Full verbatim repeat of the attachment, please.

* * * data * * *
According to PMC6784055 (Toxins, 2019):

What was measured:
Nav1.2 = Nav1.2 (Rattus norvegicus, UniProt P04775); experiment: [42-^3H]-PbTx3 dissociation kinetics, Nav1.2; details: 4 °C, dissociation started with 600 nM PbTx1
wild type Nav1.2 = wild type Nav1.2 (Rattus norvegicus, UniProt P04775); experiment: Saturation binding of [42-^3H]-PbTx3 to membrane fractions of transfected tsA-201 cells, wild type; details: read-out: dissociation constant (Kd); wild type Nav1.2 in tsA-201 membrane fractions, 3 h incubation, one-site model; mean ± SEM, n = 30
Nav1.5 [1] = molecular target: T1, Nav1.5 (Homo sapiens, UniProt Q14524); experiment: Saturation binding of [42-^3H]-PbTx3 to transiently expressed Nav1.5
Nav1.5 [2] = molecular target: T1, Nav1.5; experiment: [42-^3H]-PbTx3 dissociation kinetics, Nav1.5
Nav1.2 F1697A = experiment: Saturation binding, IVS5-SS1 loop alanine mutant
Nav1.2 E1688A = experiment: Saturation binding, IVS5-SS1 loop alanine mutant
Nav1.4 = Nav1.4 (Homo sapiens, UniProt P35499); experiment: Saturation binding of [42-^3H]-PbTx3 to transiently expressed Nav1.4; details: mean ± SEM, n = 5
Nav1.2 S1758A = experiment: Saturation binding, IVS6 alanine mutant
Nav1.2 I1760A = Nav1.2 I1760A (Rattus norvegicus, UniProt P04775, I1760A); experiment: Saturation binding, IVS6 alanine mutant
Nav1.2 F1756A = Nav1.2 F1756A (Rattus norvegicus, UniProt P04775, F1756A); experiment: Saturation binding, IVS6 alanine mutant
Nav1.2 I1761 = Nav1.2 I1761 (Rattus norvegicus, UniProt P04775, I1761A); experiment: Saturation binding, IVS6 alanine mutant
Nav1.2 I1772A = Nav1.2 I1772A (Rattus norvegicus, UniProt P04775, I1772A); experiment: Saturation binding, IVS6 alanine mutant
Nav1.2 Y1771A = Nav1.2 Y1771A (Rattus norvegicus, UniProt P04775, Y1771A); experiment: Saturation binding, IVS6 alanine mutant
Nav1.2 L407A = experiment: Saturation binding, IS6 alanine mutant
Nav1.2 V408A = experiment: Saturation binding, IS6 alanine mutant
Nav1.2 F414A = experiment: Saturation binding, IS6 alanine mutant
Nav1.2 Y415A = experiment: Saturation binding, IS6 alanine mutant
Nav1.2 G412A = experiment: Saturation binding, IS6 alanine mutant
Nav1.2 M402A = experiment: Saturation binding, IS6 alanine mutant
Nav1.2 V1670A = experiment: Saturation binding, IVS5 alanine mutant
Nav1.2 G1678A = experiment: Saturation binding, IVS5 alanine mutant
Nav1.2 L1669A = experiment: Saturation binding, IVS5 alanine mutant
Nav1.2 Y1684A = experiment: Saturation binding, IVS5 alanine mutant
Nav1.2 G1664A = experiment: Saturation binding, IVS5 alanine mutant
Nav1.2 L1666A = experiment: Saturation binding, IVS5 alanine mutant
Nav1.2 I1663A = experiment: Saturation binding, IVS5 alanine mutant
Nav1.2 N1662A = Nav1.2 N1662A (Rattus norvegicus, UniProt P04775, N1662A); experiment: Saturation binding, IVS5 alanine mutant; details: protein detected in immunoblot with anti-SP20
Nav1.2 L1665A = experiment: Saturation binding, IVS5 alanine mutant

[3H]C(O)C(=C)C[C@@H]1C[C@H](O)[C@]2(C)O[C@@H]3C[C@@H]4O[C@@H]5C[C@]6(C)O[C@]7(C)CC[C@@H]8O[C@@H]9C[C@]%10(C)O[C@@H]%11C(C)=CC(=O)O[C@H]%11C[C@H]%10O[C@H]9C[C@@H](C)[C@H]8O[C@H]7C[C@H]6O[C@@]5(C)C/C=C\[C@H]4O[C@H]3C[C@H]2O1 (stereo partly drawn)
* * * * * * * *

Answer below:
According to PMC6784055 (Toxins, 2019):

What was measured:
Nav1.2 = Nav1.2 (Rattus norvegicus, UniProt P04775); experiment: [42-^3H]-PbTx3 dissociation kinetics, Nav1.2; details: 4 °C, dissociation started with 600 nM PbTx1
wild type Nav1.2 = wild type Nav1.2 (Rattus norvegicus, UniProt P04775); experiment: Saturation binding of [42-^3H]-PbTx3 to membrane fractions of transfected tsA-201 cells, wild type; details: read-out: dissociation constant (Kd); wild type Nav1.2 in tsA-201 membrane fractions, 3 h incubation, one-site model; mean ± SEM, n = 30
Nav1.5 [1] = molecular target: T1, Nav1.5 (Homo sapiens, UniProt Q14524); experiment: Saturation binding of [42-^3H]-PbTx3 to transiently expressed Nav1.5
Nav1.5 [2] = molecular target: T1, Nav1.5; experiment: [42-^3H]-PbTx3 dissociation kinetics, Nav1.5
Nav1.2 F1697A = experiment: Saturation binding, IVS5-SS1 loop alanine mutant
Nav1.2 E1688A = experiment: Saturation binding, IVS5-SS1 loop alanine mutant
Nav1.4 = Nav1.4 (Homo sapiens, UniProt P35499); experiment: Saturation binding of [42-^3H]-PbTx3 to transiently expressed Nav1.4; details: mean ± SEM, n = 5
Nav1.2 S1758A = experiment: Saturation binding, IVS6 alanine mutant
Nav1.2 I1760A = Nav1.2 I1760A (Rattus norvegicus, UniProt P04775, I1760A); experiment: Saturation binding, IVS6 alanine mutant
Nav1.2 F1756A = Nav1.2 F1756A (Rattus norvegicus, UniProt P04775, F1756A); experiment: Saturation binding, IVS6 alanine mutant
Nav1.2 I1761 = Nav1.2 I1761 (Rattus norvegicus, UniProt P04775, I1761A); experiment: Saturation binding, IVS6 alanine mutant
Nav1.2 I1772A = Nav1.2 I1772A (Rattus norvegicus, UniProt P04775, I1772A); experiment: Saturation binding, IVS6 alanine mutant
Nav1.2 Y1771A = Nav1.2 Y1771A (Rattus norvegicus, UniProt P04775, Y1771A); experiment: Saturation binding, IVS6 alanine mutant
Nav1.2 L407A = experiment: Saturation binding, IS6 alanine mutant
Nav1.2 V408A = experiment: Saturation binding, IS6 alanine mutant
Nav1.2 F414A = experiment: Saturation binding, IS6 alanine mutant
Nav1.2 Y415A = experiment: Saturation binding, IS6 alanine mutant
Nav1.2 G412A = experiment: Saturation binding, IS6 alanine mutant
Nav1.2 M402A = experiment: Saturation binding, IS6 alanine mutant
Nav1.2 V1670A = experiment: Saturation binding, IVS5 alanine mutant
Nav1.2 G1678A = experiment: Saturation binding, IVS5 alanine mutant
Nav1.2 L1669A = experiment: Saturation binding, IVS5 alanine mutant
Nav1.2 Y1684A = experiment: Saturation binding, IVS5 alanine mutant
Nav1.2 G1664A = experiment: Saturation binding, IVS5 alanine mutant
Nav1.2 L1666A = experiment: Saturation binding, IVS5 alanine mutant
Nav1.2 I1663A = experiment: Saturation binding, IVS5 alanine mutant
Nav1.2 N1662A = Nav1.2 N1662A (Rattus norvegicus, UniProt P04775, N1662A); experiment: Saturation binding, IVS5 alanine mutant; details: protein detected in immunoblot with anti-SP20
Nav1.2 L1665A = experiment: Saturation binding, IVS5 alanine mutant

[3H]C(O)C(=C)C[C@@H]1C[C@H](O)[C@]2(C)O[C@@H]3C[C@@H]4O[C@@H]5C[C@]6(C)O[C@]7(C)CC[C@@H]8O[C@@H]9C[C@]%10(C)O[C@@H]%11C(C)=CC(=O)O[C@H]%11C[C@H]%10O[C@H]9C[C@@H](C)[C@H]8O[C@H]7C[C@H]6O[C@@]5(C)C/C=C\[C@H]4O[C@H]3C[C@H]2O1 (stereo partly drawn)